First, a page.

The Kohinoor Diamond: A “Gift” at Gunpoint

The British may want to give the Kohinoor back as an apology for colonialism.

3 min read
Hindi Female

The size of an egg, “mountain of light”, the jewel in the crown of an Empire over which the sun never set. Before it was cut to make it shine, the Kohinoor diamond was said to weigh a massive 793 karats or 158 grams. Almost mythical, it is still a symbol of India’s wealth, the sub-continent that was Britain’s most profitable colony for nearly two centuries.

The British may want to give the Kohinoor back as an apology for colonialism.
The famed diamond from India now lies in the confines of the Tower of London. (Photo: Reuters)

Now, in response to a Public Interest Litigation (PIL), the Ministry of Culture has told the Supreme Court that since the Kohinoor was not smuggled or “forcibly taken”, we can’t ask the Brits to give it back.

Legally, the government may be on sound footing. According to the Antiquities and Art Treasure Act, 1972, we can only pursue the retrieval of artefacts that were stolen or illegally removed from the country.

However, given the circumstances under which the Kohinoor diamond found its way to the crown of Queen Victoria, the British should consider returning it, if only as a symbolic gesture.


A Prisoner’s “Gift”

The Kohinoor made its way through many royal households and treasuries before ending up with our erstwhile colonial masters in 1853. From the Hindu Kakatiya dynasty in Andhra Pradesh in the 13th century to the Khalji rulers of Delhi, through to the Mughals and then all the way to Persia after Nadir Shah sacked Delhi. The diamond finally ended up with Maharaja Ranjit Singh, the Sikh ruler of the kingdom of Punjab.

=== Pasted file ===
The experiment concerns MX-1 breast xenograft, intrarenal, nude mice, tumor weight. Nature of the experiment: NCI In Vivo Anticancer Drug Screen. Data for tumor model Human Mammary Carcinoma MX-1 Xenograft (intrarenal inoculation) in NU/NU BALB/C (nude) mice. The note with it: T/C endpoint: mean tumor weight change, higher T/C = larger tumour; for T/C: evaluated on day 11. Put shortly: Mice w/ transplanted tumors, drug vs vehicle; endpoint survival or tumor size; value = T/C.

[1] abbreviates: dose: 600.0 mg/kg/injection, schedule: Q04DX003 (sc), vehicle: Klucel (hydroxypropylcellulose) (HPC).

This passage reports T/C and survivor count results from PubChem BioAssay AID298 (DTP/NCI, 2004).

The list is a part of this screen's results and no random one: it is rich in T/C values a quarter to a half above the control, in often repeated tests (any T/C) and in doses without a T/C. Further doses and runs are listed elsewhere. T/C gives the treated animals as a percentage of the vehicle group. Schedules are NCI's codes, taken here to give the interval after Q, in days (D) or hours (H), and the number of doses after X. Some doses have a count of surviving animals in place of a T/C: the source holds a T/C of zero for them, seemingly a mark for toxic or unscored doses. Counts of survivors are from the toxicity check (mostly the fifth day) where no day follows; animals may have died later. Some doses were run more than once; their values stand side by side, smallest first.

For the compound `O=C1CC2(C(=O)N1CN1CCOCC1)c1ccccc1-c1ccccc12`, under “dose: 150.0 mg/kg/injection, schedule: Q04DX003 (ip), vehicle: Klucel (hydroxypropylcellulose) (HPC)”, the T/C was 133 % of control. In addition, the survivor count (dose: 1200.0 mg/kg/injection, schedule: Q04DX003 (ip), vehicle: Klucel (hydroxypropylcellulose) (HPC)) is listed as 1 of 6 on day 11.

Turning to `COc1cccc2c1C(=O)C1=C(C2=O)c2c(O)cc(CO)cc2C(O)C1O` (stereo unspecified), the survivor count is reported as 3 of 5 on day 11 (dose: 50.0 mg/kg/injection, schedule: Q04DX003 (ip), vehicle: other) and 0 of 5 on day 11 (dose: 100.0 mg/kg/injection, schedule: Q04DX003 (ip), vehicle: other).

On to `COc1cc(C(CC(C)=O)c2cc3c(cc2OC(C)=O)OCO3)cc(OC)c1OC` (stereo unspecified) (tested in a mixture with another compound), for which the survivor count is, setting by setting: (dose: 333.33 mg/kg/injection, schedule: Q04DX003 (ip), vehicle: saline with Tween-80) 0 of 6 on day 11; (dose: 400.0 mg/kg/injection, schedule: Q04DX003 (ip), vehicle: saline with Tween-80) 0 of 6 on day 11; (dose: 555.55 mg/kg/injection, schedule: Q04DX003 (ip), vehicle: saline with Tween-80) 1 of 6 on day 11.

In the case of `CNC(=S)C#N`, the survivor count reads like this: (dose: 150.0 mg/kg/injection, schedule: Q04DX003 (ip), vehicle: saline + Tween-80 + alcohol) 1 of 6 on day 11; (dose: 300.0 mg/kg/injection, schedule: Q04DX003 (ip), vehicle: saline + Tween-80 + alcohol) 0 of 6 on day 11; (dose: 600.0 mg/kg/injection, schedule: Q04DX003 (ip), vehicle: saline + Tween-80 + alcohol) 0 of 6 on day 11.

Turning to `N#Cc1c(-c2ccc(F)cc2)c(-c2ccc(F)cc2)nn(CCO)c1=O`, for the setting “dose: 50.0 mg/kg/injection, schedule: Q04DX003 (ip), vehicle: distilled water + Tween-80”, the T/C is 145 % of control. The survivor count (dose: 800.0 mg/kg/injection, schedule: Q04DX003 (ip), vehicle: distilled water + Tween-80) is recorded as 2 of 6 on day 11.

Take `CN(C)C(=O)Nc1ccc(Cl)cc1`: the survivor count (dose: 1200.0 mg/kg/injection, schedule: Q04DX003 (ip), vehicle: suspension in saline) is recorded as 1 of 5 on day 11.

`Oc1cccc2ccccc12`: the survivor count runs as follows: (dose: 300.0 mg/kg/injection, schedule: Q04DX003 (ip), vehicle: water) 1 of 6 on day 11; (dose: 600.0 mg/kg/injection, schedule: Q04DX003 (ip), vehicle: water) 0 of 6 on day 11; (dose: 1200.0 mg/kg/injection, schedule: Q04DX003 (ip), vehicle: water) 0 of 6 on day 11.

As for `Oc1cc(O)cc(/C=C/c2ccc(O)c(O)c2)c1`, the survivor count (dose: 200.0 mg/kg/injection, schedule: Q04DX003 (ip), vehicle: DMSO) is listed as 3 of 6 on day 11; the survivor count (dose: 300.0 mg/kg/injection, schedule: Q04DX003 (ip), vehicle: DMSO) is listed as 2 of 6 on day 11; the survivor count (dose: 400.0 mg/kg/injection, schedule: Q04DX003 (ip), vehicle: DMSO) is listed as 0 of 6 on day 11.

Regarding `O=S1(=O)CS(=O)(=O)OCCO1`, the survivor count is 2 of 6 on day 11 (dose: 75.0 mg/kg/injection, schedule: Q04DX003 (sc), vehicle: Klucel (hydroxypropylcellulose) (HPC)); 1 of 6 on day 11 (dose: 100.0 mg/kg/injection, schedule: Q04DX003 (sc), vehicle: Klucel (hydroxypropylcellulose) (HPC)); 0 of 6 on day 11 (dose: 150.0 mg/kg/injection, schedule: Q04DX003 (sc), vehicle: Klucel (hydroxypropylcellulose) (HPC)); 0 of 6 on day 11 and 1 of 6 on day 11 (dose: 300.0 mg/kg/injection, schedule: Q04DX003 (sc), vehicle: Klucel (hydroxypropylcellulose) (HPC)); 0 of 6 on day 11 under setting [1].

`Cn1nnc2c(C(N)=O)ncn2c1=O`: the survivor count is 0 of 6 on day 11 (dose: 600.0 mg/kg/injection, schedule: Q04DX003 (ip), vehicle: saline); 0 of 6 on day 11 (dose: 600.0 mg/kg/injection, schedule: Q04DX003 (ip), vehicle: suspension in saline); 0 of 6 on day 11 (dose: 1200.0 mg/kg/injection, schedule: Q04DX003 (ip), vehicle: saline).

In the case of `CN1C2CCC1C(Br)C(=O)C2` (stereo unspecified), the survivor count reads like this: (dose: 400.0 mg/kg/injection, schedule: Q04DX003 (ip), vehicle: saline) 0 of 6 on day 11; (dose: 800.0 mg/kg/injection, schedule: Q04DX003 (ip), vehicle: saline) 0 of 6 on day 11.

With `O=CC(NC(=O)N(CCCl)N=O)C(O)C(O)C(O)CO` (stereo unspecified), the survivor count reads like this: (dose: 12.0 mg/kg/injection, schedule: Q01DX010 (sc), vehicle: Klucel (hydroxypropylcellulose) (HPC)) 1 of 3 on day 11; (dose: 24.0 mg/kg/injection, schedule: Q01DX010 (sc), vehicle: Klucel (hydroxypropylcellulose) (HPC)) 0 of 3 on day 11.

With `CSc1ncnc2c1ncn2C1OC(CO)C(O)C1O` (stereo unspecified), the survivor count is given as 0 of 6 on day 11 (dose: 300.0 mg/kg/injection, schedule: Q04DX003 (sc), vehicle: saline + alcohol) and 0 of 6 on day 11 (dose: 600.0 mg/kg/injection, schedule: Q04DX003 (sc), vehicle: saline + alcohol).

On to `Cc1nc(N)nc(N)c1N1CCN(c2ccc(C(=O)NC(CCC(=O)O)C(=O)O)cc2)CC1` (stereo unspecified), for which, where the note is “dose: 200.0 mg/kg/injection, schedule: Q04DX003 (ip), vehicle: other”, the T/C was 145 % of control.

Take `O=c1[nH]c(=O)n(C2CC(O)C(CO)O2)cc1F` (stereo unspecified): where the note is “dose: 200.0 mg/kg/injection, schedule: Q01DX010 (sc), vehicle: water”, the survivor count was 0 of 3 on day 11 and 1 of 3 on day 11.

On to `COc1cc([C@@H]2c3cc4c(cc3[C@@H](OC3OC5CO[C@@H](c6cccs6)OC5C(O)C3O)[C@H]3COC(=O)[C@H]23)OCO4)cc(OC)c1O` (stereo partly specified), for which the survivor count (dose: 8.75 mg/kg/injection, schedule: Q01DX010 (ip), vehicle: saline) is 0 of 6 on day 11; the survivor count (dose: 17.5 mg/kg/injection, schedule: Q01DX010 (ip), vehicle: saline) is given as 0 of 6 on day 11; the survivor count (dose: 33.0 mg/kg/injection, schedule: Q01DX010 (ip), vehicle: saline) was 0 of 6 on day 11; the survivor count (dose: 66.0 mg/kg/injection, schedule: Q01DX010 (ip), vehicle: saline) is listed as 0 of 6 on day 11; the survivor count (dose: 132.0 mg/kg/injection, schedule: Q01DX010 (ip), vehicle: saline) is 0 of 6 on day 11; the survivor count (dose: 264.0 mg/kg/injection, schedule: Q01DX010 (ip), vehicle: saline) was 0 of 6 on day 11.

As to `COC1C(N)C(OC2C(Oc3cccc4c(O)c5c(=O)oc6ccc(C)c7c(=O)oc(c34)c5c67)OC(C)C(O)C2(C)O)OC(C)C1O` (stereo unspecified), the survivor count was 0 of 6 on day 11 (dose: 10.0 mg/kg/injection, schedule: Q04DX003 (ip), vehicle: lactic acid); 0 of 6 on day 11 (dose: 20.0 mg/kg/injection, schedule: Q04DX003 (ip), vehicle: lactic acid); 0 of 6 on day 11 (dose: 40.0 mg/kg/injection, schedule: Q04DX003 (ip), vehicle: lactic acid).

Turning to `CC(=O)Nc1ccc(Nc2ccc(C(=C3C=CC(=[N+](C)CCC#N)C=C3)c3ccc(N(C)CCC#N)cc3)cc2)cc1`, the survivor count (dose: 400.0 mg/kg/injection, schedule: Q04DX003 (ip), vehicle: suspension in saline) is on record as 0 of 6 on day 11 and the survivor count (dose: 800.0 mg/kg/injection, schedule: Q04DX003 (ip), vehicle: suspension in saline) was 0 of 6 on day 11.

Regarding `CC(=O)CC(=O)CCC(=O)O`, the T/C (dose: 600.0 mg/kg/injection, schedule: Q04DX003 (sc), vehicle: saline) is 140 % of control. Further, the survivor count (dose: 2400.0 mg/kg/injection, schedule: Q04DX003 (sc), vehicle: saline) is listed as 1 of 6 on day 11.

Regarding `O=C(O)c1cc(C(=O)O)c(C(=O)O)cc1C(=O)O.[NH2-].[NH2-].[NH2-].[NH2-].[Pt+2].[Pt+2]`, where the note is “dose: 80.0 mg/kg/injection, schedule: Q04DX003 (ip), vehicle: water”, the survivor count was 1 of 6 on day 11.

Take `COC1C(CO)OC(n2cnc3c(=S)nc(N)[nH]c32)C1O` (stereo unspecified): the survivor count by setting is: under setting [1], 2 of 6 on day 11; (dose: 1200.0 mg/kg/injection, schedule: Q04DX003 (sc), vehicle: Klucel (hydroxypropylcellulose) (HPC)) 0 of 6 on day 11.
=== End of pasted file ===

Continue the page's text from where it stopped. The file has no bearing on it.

The British may want to give the Kohinoor back as an apology for colonialism.
A portrait of Maharaja Duleep Singh (Photo Courtesy: Wikimedia Commons)

After his death in 1843, his youngest son, Duleep Singh became king at the age of five with his mother ruling as regent. However, there was turmoil within the kingdom and the East India Company stepped in to “help”. On 25 March 1849, the second Anglo-Sikh war ended and Punjab was annexed by the British East India Company.

It was after this that Duleep Singh ostensibly gifted the Kohinoor to the British. When he was 13, Duleep Singh was exiled to England. He carried the Kohinoor and the Timur Ruby and “gifted” it to Queen Victoria.

A gift, to be a gift, must be willingly given. Can a young boy give a gift willingly to his captors? Or is it more like presenting the spoils of war to a victorious invading force?


The Rationale for a Return

History is filled with injustice. But there have also been attempts to rectify some of them. In America, there is affirmative action for African-Americans, keeping in mind the systematic injustice and oppression they faced during slavery. In India too, we have reservations in government institutions for those who suffered for centuries because of the caste system.

The British may want to give the Kohinoor back as an apology for colonialism.
The Bengal famine caused millions of deaths and was caused in part by colonial policies in India. (Photo Courtesy: Wikimedia Commons)

The Kohinoor has been a part of the British crown since it was “gifted”, a reminder perhaps of the glories of the Empire. But that Empire doled out more than its fair share of exploitation in India, from the drain of wealth, to racism and segregation. While the legal basis for the return of the Kohinoor may be flimsy, it would go a long way as a symbolic apology for colonialism.

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